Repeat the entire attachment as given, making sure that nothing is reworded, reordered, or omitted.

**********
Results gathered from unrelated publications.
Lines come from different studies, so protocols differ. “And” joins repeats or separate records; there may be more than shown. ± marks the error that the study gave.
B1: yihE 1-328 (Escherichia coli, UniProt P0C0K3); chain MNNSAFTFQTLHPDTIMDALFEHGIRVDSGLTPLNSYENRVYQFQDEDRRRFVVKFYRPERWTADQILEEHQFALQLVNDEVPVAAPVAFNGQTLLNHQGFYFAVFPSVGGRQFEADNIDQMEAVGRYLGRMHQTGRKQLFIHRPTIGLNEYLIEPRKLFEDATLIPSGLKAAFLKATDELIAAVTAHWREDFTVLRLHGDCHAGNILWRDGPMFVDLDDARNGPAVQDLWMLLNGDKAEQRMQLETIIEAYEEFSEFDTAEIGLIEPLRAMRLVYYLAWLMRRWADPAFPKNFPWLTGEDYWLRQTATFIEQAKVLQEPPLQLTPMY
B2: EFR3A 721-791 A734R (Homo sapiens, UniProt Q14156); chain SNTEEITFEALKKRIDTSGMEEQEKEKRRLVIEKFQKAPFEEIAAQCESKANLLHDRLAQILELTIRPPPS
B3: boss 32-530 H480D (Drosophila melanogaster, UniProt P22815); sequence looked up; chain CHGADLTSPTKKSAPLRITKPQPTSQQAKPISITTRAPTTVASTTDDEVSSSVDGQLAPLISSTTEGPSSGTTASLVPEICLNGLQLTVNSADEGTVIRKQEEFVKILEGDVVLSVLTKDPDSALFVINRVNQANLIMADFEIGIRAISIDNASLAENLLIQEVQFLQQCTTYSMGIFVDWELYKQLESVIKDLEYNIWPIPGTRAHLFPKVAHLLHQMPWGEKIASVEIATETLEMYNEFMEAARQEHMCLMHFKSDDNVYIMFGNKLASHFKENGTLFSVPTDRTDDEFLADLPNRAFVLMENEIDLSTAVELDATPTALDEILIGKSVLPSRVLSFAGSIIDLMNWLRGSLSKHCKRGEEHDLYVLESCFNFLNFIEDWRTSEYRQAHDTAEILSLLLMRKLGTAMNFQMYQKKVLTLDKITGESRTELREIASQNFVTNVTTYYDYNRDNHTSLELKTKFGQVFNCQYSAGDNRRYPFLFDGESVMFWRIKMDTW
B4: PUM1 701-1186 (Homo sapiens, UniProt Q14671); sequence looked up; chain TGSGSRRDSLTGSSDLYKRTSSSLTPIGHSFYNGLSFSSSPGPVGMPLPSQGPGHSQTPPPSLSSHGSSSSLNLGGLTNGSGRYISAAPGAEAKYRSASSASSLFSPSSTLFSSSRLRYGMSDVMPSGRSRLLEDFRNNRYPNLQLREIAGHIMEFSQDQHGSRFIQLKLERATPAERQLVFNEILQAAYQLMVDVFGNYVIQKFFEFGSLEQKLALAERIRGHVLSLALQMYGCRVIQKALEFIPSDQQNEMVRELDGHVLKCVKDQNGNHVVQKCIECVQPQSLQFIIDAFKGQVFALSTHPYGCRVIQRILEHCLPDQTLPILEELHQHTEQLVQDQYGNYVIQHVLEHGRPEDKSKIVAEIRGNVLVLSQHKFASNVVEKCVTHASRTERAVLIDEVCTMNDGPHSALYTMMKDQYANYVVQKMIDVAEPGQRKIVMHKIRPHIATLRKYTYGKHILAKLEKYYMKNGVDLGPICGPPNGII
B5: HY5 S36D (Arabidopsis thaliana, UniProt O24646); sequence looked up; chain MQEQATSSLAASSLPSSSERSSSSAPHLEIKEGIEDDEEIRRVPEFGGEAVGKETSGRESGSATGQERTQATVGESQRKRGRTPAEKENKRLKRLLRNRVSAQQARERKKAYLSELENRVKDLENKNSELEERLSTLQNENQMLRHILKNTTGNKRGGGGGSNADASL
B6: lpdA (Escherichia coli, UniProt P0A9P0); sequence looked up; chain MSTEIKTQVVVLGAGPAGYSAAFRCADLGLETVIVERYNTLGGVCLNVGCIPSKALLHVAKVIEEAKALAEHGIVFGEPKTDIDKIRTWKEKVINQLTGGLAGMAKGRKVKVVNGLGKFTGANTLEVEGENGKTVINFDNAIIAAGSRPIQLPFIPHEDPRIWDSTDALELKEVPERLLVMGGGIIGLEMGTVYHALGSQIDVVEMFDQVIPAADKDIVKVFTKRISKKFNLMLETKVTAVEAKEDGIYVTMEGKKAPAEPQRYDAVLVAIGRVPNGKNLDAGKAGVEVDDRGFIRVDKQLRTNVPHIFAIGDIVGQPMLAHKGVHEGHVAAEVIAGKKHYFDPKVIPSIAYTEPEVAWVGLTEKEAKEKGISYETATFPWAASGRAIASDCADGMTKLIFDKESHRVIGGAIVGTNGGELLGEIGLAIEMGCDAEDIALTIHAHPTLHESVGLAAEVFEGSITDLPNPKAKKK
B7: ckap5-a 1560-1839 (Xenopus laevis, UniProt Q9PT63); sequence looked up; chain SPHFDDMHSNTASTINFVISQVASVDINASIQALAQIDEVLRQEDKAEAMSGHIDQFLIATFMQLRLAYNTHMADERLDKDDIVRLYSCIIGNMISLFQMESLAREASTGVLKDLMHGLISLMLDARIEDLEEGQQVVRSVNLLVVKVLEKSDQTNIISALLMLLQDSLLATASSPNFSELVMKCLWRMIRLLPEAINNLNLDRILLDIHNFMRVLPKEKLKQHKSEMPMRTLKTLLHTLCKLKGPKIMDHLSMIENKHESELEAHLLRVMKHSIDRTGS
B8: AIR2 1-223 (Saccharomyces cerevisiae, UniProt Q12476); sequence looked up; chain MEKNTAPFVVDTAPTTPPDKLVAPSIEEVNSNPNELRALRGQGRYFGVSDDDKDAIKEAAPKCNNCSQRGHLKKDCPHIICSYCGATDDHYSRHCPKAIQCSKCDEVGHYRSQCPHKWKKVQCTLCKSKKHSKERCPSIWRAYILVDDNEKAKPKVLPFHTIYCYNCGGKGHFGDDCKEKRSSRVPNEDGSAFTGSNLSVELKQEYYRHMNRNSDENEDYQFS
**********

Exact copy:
Results gathered from unrelated publications.
Lines come from different studies, so protocols differ. “And” joins repeats or separate records; there may be more than shown. ± marks the error that the study gave.
B1: yihE 1-328 (Escherichia coli, UniProt P0C0K3); chain MNNSAFTFQTLHPDTIMDALFEHGIRVDSGLTPLNSYENRVYQFQDEDRRRFVVKFYRPERWTADQILEEHQFALQLVNDEVPVAAPVAFNGQTLLNHQGFYFAVFPSVGGRQFEADNIDQMEAVGRYLGRMHQTGRKQLFIHRPTIGLNEYLIEPRKLFEDATLIPSGLKAAFLKATDELIAAVTAHWREDFTVLRLHGDCHAGNILWRDGPMFVDLDDARNGPAVQDLWMLLNGDKAEQRMQLETIIEAYEEFSEFDTAEIGLIEPLRAMRLVYYLAWLMRRWADPAFPKNFPWLTGEDYWLRQTATFIEQAKVLQEPPLQLTPMY
B2: EFR3A 721-791 A734R (Homo sapiens, UniProt Q14156); chain SNTEEITFEALKKRIDTSGMEEQEKEKRRLVIEKFQKAPFEEIAAQCESKANLLHDRLAQILELTIRPPPS
B3: boss 32-530 H480D (Drosophila melanogaster, UniProt P22815); sequence looked up; chain CHGADLTSPTKKSAPLRITKPQPTSQQAKPISITTRAPTTVASTTDDEVSSSVDGQLAPLISSTTEGPSSGTTASLVPEICLNGLQLTVNSADEGTVIRKQEEFVKILEGDVVLSVLTKDPDSALFVINRVNQANLIMADFEIGIRAISIDNASLAENLLIQEVQFLQQCTTYSMGIFVDWELYKQLESVIKDLEYNIWPIPGTRAHLFPKVAHLLHQMPWGEKIASVEIATETLEMYNEFMEAARQEHMCLMHFKSDDNVYIMFGNKLASHFKENGTLFSVPTDRTDDEFLADLPNRAFVLMENEIDLSTAVELDATPTALDEILIGKSVLPSRVLSFAGSIIDLMNWLRGSLSKHCKRGEEHDLYVLESCFNFLNFIEDWRTSEYRQAHDTAEILSLLLMRKLGTAMNFQMYQKKVLTLDKITGESRTELREIASQNFVTNVTTYYDYNRDNHTSLELKTKFGQVFNCQYSAGDNRRYPFLFDGESVMFWRIKMDTW
B4: PUM1 701-1186 (Homo sapiens, UniProt Q14671); sequence looked up; chain TGSGSRRDSLTGSSDLYKRTSSSLTPIGHSFYNGLSFSSSPGPVGMPLPSQGPGHSQTPPPSLSSHGSSSSLNLGGLTNGSGRYISAAPGAEAKYRSASSASSLFSPSSTLFSSSRLRYGMSDVMPSGRSRLLEDFRNNRYPNLQLREIAGHIMEFSQDQHGSRFIQLKLERATPAERQLVFNEILQAAYQLMVDVFGNYVIQKFFEFGSLEQKLALAERIRGHVLSLALQMYGCRVIQKALEFIPSDQQNEMVRELDGHVLKCVKDQNGNHVVQKCIECVQPQSLQFIIDAFKGQVFALSTHPYGCRVIQRILEHCLPDQTLPILEELHQHTEQLVQDQYGNYVIQHVLEHGRPEDKSKIVAEIRGNVLVLSQHKFASNVVEKCVTHASRTERAVLIDEVCTMNDGPHSALYTMMKDQYANYVVQKMIDVAEPGQRKIVMHKIRPHIATLRKYTYGKHILAKLEKYYMKNGVDLGPICGPPNGII
B5: HY5 S36D (Arabidopsis thaliana, UniProt O24646); sequence looked up; chain MQEQATSSLAASSLPSSSERSSSSAPHLEIKEGIEDDEEIRRVPEFGGEAVGKETSGRESGSATGQERTQATVGESQRKRGRTPAEKENKRLKRLLRNRVSAQQARERKKAYLSELENRVKDLENKNSELEERLSTLQNENQMLRHILKNTTGNKRGGGGGSNADASL
B6: lpdA (Escherichia coli, UniProt P0A9P0); sequence looked up; chain MSTEIKTQVVVLGAGPAGYSAAFRCADLGLETVIVERYNTLGGVCLNVGCIPSKALLHVAKVIEEAKALAEHGIVFGEPKTDIDKIRTWKEKVINQLTGGLAGMAKGRKVKVVNGLGKFTGANTLEVEGENGKTVINFDNAIIAAGSRPIQLPFIPHEDPRIWDSTDALELKEVPERLLVMGGGIIGLEMGTVYHALGSQIDVVEMFDQVIPAADKDIVKVFTKRISKKFNLMLETKVTAVEAKEDGIYVTMEGKKAPAEPQRYDAVLVAIGRVPNGKNLDAGKAGVEVDDRGFIRVDKQLRTNVPHIFAIGDIVGQPMLAHKGVHEGHVAAEVIAGKKHYFDPKVIPSIAYTEPEVAWVGLTEKEAKEKGISYETATFPWAASGRAIASDCADGMTKLIFDKESHRVIGGAIVGTNGGELLGEIGLAIEMGCDAEDIALTIHAHPTLHESVGLAAEVFEGSITDLPNPKAKKK
B7: ckap5-a 1560-1839 (Xenopus laevis, UniProt Q9PT63); sequence looked up; chain SPHFDDMHSNTASTINFVISQVASVDINASIQALAQIDEVLRQEDKAEAMSGHIDQFLIATFMQLRLAYNTHMADERLDKDDIVRLYSCIIGNMISLFQMESLAREASTGVLKDLMHGLISLMLDARIEDLEEGQQVVRSVNLLVVKVLEKSDQTNIISALLMLLQDSLLATASSPNFSELVMKCLWRMIRLLPEAINNLNLDRILLDIHNFMRVLPKEKLKQHKSEMPMRTLKTLLHTLCKLKGPKIMDHLSMIENKHESELEAHLLRVMKHSIDRTGS
B8: AIR2 1-223 (Saccharomyces cerevisiae, UniProt Q12476); sequence looked up; chain MEKNTAPFVVDTAPTTPPDKLVAPSIEEVNSNPNELRALRGQGRYFGVSDDDKDAIKEAAPKCNNCSQRGHLKKDCPHIICSYCGATDDHYSRHCPKAIQCSKCDEVGHYRSQCPHKWKKVQCTLCKSKKHSKERCPSIWRAYILVDDNEKAKPKVLPFHTIYCYNCGGKGHFGDDCKEKRSSRVPNEDGSAFTGSNLSVELKQEYYRHMNRNSDENEDYQFS